In fact, it might be a very good idea.
Climate change means weather extremes are becoming the “new normal,” so now that I’m safely back in Canada, I’m making one for my home.
Creating your own natural disaster emergency kit can be easy and cheap. Check out this graphical guide to creating your own.
By Amanda Shendruk - Sunday, October 28, 2012 at 7:34 PM - 0 Comments
It’s Halloween week and the stench of zombies is in the air.
There have been zombie walks across Canada, the third season of The Walking Dead just started and Margaret Atwood is writing a zombie novel.
So … when did zombies become so popular?
By looking at the rise in frequency of zombie movies, books that mention zombies and Google searches for the undead, the answer appears to be: very recently.
Check out this Google trends chart of searches for “zombie” since 2004 and note the steady incline. Interestingly enough, a number of the search peaks are due to news events that reference zombies, and not necessarily game or movie releases.
This increase in interest is also reflected in both the book and movie industry.
Here is a chart that details the number of zombie movies released each year (according to the zombie movie list on Wikipedia). Notice that between 2003 and 2008 the number of zombie movies doubles!
Finally, if we look at the Google books Ngram viewer (an online tool that graphs the number of words or phrases as found in over 5.2 million books from 1900 to 2008 (and is normalized by books published each year) , we once again see how recent our interest in zombies really is.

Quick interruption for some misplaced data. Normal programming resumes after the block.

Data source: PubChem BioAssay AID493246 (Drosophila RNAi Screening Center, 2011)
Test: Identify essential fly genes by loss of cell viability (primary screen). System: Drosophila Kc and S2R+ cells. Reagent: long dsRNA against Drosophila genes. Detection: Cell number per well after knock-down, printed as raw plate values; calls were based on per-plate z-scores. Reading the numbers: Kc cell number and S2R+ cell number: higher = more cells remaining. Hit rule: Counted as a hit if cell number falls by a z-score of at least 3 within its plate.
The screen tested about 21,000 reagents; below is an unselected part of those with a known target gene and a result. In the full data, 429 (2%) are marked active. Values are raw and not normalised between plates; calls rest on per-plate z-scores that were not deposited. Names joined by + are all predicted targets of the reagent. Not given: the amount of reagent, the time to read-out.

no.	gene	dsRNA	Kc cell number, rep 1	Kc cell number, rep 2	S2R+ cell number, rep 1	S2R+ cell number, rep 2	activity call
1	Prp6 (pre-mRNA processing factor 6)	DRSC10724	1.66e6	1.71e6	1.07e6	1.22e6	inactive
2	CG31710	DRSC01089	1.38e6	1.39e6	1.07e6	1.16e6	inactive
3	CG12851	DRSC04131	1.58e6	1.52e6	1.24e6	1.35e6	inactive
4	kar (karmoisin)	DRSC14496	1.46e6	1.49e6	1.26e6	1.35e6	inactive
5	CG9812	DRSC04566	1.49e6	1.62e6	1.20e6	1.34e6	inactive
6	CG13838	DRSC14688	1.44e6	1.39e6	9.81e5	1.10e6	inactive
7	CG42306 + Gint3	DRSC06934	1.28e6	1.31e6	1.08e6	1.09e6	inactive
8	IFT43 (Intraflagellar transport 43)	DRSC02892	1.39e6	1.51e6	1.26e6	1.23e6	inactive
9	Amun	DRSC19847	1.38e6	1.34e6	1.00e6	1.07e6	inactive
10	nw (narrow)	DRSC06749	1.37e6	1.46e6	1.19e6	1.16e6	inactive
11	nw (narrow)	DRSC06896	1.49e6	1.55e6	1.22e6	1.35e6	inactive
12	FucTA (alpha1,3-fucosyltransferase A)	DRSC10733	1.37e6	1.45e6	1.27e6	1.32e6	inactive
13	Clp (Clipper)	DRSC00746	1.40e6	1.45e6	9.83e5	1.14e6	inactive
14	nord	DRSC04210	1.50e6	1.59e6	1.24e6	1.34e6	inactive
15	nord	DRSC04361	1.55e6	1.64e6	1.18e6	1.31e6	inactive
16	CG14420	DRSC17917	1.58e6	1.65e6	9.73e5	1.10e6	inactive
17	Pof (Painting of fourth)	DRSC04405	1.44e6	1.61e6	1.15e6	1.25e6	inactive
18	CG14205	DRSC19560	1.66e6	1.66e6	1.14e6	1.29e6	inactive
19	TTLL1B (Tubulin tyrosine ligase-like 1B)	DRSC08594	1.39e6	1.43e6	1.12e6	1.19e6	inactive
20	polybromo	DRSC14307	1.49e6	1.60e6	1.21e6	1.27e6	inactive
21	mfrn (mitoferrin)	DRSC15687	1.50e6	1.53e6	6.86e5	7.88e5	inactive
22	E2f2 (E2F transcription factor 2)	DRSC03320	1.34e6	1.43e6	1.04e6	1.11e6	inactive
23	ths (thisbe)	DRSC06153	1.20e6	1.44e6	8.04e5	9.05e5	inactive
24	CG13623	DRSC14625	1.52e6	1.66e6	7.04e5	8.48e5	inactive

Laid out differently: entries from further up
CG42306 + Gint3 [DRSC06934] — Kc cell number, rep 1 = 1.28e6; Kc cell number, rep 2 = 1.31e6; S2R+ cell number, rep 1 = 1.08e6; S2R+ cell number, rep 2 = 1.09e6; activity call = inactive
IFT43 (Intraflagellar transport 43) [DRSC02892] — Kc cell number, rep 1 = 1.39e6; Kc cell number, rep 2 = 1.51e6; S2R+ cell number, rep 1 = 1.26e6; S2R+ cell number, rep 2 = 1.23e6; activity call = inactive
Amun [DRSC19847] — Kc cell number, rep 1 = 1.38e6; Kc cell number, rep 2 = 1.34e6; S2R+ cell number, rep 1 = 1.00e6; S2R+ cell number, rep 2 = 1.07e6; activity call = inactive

By Amanda Shendruk - Sunday, October 21, 2012 at 6:43 PM - 0 Comments
Newsweek has announced that at the end of 2012 it will cease publishing its print version. From then on, it will be e-only. Is this the beginning of the end of print?
The move is notable, as it represents one of the first major publications to ditch paper and ink. They’re taking an all-or-nothing dive into digital that few have attempted—and the industry will certainly be observing. Just as we watched the pay-wall pioneers to see if readers would pitch in for online news, we will now watch Newsweek, eager to see if its full online embrace will flounder or flourish.
It’s a brave (or perhaps desperate?) action, but is it one that any of our own news publications could even consider? Canada tops most countries in Internet usage, but that doesn’t mean we’re ready for an online-only news industry.
A recent Ipsos Reid poll conducted for the Canadian Journalism Foundation can help us find the answer. What percentage of Canadians are clinging to hard copy, and which are going digital for their daily dose?
It looks like there’s still significant support for printed journalism. But haven’t we all heard the mantra that “print is dying”? Well, in Canada at least, we don’t need to write a eulogy for the newspaper just yet. By looking at the readership of five of the largest newspapers in our country, it’s not immediately clear that the industry is on its last legs. Take a look at how Maclean’s, The Globe and Mail, Le Journal de Montreal, the National Post and the Toronto Star have fared during hte past decade.
By Amanda Shendruk - Friday, October 12, 2012 at 4:22 PM - 0 Comments